“I can’t…I cannot watch.”

“You must.”

“I cannot!”


My breath cinched someplace deep within me, such that I could not breathe no matter how much I wanted to. A great wrongness spread through my veins, and then I possessed not even the faculties to form a coherent thought. I could only watch as a bead of sweat, glistening against the glow of the fire, fell from my forehead and sizzled into the fire below.

The Conjurer seemed to sense this, and his form twisted, serpentine, and rose from the fire, rising and stretching like a candle caught in a breeze. I saw no face beneath his hood only a dark and terrible power, formless, trapped in gray robes. The crescent moon was his smile, curved and sharp as a blade.

I craned my neck to look upon the Conjurer, and saw the ratty leathered hand holding a stone dagger. Yet this was not so. I could sense the old one watching, relaxed. The only thing in the fire was flames, yet within the flames was this great hand holding a knife, raised high and glowing with the light of forge-fires, and then bearing down on me.

Yet as he prepared to bring it down, the old one spoke thusly:

Komai cu, eldur!”  The fire shivered, though there was no wind. The Conjurer’s hood itself itself seemed to stretch, as if forming some voiceless scream. The old one spoke again, “You’re doing well, Christian. Only has come this far in the first meeting.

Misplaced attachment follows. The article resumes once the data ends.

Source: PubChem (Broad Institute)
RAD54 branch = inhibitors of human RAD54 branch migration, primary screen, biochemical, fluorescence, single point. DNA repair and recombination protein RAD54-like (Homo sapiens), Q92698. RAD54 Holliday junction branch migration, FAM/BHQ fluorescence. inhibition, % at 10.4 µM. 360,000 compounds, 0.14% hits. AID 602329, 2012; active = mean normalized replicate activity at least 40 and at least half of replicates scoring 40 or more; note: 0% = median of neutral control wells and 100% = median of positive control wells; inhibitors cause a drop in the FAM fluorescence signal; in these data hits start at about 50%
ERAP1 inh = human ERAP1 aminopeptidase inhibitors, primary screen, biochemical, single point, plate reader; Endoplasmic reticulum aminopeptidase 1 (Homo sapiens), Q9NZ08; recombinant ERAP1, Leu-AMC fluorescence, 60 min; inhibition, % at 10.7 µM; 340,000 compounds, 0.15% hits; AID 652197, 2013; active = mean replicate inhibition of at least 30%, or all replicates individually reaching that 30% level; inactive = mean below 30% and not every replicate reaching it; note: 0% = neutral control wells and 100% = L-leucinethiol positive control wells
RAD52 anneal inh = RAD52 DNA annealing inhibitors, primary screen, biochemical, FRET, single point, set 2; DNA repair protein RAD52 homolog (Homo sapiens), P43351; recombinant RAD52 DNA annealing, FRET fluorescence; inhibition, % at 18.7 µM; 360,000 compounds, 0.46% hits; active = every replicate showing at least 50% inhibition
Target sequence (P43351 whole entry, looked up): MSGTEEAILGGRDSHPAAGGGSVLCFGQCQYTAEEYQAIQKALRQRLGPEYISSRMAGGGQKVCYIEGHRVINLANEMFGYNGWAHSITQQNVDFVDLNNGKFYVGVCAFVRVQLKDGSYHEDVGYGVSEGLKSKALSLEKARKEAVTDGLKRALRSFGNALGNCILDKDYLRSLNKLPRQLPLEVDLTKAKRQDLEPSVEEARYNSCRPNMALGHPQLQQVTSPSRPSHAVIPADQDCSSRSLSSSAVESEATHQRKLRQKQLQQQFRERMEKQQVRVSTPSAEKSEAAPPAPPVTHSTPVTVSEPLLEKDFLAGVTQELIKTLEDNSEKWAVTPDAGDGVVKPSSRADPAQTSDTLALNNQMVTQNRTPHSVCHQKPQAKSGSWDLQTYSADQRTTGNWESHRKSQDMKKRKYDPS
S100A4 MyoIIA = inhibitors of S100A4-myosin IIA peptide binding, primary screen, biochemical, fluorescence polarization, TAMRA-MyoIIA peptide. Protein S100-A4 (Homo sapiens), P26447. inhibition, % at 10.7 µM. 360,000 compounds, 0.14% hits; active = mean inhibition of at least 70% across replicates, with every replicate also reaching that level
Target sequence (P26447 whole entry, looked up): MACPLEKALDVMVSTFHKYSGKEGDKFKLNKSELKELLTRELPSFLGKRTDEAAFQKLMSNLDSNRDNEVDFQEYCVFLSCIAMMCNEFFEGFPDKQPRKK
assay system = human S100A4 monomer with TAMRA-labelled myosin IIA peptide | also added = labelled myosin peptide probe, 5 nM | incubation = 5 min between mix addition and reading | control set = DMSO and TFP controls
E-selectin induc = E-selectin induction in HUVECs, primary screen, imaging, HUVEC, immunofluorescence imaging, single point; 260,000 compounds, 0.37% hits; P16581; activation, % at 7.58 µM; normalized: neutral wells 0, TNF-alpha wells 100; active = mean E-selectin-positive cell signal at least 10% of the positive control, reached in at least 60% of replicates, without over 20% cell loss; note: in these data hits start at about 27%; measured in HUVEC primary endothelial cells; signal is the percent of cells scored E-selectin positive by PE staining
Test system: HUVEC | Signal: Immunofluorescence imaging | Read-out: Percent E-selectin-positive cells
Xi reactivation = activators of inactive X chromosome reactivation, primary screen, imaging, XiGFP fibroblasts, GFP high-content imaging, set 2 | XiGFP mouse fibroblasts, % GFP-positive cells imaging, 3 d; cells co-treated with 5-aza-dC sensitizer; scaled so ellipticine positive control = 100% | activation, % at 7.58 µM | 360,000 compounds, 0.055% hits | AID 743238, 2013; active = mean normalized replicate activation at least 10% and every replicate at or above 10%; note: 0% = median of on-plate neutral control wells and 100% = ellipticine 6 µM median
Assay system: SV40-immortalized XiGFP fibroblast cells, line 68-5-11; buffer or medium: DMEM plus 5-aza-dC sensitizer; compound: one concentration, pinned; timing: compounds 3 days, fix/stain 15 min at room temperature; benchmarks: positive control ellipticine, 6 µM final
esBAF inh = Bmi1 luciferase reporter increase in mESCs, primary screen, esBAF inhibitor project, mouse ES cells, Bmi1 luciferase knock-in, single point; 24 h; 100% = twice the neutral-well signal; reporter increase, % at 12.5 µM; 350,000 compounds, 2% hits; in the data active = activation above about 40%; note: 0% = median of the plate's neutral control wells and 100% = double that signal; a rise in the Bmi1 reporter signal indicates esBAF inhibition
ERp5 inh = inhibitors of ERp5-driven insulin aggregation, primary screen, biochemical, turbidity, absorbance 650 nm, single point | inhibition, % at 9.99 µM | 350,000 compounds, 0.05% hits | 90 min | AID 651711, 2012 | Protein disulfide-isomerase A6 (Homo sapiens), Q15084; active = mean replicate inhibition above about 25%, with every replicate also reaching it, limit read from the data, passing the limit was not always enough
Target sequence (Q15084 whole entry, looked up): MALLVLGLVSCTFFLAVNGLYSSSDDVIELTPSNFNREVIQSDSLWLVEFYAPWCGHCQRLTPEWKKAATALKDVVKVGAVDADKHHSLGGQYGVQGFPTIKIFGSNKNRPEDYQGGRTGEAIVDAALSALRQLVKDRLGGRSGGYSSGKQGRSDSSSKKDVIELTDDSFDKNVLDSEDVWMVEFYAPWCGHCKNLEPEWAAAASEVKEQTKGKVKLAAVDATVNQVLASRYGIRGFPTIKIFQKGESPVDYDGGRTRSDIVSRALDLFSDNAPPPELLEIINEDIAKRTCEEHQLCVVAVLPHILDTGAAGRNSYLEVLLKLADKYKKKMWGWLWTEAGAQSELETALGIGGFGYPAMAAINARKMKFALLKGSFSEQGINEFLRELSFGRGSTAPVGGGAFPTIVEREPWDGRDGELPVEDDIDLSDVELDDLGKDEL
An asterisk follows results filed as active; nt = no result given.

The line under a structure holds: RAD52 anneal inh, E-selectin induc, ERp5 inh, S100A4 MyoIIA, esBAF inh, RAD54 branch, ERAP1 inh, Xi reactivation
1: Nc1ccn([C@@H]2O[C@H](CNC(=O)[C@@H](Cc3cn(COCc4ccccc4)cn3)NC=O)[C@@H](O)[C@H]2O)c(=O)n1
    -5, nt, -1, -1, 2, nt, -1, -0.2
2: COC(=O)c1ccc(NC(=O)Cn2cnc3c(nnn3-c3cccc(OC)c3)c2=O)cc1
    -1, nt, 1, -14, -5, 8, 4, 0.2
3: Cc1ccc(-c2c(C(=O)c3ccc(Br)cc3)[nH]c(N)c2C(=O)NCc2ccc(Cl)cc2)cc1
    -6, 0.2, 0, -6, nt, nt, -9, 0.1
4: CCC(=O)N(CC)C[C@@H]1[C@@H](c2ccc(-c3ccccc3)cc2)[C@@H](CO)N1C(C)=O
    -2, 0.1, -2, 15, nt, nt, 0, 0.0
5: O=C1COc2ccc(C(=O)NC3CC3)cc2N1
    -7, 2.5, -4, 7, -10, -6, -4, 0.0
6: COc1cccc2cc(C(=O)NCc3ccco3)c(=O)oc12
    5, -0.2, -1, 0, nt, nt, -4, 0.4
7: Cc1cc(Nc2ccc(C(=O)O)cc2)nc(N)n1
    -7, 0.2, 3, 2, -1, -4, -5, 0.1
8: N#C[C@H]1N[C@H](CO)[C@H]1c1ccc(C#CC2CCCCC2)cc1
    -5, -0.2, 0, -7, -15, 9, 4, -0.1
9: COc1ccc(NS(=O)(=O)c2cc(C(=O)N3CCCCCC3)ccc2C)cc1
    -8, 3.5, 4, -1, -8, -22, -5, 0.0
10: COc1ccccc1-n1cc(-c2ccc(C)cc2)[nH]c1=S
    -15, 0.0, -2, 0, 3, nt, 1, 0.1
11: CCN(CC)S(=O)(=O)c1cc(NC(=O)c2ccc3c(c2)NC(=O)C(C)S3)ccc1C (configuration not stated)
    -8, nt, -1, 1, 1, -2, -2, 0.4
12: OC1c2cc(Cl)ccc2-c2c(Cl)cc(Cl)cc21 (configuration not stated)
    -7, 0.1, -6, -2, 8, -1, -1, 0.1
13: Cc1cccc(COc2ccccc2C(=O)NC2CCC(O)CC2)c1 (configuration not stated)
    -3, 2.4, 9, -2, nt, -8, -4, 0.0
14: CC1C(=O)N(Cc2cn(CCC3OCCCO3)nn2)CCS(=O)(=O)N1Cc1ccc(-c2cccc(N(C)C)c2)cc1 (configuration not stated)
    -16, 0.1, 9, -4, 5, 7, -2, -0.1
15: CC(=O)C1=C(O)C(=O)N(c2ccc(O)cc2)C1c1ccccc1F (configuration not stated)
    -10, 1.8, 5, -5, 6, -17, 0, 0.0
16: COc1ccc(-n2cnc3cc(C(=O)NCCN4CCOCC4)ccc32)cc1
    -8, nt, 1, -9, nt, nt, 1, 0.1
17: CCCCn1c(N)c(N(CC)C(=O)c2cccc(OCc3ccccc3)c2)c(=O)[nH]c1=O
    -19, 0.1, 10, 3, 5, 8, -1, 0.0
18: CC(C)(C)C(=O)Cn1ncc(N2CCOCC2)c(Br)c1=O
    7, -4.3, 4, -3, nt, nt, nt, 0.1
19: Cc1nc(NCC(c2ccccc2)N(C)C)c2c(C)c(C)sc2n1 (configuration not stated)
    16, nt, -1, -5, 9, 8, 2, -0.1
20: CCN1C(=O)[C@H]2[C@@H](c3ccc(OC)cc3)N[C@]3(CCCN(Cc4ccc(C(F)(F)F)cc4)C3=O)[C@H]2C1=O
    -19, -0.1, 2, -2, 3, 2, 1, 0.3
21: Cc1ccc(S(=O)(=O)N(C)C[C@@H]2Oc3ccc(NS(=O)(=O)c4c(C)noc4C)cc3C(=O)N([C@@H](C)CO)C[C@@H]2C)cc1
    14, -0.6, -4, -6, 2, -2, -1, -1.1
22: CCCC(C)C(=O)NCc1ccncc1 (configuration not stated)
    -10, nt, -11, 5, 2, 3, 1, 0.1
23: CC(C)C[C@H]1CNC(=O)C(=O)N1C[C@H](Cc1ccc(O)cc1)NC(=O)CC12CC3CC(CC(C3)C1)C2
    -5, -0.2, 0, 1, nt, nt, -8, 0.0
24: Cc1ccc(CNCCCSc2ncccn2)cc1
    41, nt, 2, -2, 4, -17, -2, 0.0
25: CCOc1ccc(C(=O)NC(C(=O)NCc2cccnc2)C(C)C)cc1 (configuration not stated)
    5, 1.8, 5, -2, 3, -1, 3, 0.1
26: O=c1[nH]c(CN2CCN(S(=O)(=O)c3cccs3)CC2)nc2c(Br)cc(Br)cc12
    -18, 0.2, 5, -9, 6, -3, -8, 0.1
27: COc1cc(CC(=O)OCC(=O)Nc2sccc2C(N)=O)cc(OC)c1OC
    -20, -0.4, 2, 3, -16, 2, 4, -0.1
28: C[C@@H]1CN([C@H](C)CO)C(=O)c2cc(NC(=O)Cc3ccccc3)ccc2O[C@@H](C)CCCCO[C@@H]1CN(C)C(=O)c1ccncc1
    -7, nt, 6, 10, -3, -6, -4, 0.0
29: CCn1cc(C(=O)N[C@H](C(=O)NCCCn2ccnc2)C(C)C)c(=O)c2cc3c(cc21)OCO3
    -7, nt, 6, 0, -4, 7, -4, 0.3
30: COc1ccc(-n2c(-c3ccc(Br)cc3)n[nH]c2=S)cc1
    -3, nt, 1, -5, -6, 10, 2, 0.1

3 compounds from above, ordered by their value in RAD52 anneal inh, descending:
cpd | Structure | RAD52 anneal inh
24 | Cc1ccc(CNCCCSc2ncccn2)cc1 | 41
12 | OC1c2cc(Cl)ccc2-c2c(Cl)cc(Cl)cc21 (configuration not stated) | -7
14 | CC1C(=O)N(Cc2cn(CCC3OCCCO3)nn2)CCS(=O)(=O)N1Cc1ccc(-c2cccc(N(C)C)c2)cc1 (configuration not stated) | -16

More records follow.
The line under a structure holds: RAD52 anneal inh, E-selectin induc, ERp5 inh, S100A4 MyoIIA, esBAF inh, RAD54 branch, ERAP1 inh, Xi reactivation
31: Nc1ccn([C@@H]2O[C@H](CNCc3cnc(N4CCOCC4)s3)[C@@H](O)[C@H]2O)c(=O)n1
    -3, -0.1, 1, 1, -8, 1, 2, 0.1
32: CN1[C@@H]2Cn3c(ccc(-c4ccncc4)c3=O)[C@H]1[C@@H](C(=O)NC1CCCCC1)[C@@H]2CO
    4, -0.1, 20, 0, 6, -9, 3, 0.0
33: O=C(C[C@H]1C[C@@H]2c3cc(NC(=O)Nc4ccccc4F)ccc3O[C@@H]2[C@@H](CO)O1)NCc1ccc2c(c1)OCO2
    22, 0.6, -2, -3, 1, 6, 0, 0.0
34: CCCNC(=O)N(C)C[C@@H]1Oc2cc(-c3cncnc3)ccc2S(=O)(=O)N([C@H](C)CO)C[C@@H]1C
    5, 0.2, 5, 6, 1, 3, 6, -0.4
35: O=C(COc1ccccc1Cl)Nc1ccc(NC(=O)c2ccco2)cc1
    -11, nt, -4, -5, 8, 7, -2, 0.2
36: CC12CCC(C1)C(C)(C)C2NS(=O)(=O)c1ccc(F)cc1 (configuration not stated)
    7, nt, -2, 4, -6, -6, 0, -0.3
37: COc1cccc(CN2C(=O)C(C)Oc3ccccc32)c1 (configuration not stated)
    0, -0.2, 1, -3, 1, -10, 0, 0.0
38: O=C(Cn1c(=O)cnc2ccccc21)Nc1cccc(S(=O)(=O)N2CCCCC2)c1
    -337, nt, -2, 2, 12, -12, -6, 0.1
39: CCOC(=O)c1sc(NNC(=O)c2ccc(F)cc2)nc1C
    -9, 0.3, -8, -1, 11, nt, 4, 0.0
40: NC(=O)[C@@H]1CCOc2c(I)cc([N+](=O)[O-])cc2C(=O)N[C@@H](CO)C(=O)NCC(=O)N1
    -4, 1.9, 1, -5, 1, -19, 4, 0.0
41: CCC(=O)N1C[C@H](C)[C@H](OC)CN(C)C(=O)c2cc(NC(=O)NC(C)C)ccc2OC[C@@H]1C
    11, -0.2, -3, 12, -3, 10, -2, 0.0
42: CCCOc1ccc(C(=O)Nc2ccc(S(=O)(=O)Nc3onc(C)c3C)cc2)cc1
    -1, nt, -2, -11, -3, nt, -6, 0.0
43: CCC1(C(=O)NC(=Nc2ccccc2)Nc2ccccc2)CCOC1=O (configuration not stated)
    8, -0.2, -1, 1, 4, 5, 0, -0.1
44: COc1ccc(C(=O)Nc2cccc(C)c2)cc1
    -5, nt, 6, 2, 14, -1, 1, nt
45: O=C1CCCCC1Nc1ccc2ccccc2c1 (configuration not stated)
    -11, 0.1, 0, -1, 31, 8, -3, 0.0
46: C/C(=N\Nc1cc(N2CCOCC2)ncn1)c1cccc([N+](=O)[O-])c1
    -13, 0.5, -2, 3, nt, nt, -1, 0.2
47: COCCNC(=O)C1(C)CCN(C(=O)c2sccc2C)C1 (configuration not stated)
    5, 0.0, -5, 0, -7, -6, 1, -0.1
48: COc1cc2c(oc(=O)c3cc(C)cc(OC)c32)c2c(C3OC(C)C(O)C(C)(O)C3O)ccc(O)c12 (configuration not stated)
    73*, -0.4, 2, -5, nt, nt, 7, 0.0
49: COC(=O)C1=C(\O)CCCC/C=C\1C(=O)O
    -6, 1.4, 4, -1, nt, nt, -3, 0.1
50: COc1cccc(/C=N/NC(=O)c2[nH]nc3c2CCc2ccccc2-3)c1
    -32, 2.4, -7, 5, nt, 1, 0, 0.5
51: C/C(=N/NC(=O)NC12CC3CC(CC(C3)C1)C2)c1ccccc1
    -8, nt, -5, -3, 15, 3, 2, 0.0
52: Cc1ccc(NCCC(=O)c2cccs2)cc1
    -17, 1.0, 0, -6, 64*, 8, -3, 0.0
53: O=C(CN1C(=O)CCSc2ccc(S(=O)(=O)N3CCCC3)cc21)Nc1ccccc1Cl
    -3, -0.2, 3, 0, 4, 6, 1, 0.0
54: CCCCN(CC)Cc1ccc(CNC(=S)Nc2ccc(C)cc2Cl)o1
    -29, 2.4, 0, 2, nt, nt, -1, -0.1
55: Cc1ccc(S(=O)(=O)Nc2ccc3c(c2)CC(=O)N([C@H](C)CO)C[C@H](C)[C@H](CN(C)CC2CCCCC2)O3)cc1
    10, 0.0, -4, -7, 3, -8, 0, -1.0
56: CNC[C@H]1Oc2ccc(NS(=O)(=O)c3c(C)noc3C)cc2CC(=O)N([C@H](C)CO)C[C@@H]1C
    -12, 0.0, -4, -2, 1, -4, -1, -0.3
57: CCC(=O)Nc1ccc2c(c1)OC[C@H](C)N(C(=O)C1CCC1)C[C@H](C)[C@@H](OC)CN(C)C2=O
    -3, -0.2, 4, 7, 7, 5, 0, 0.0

From the hood came something new. It was a black thing, glowing red as if fresh from the forge fires deep in Nottingham Castle. It was wrapped within a cloak made of bats’ wings. It floated over the fire taking shallow breaths.

“What is it?” I gasped.

“It,” the old one said, “Has heard us.” He raised his staff and smacked the thing. It’s batwing cloak unfolded, screeching a thousand screeches. “Back!” He cried, “Begone, foul wraith! Under the moon and in sight of ravens I compel you, begone!”

The thing hissed as the flames engulfed it. Its screeches died one by one, and the fire whirled down and fell back into the logs and tinder, embers glowing and sizzling. The old one rocked back and forth over it.

I was in a cold sweat, heaving. There was ice behind my eyes and in my stomach now. Rivers of sweat ran down my back and face.

“You endured longer than most, Christian. Only Scheherazade  came close in our first meeting.”

“The thing that attacked me,” I said. “It’s one of them? That creature—it killed a man. An——an innocent who had nothing to do with my cause.”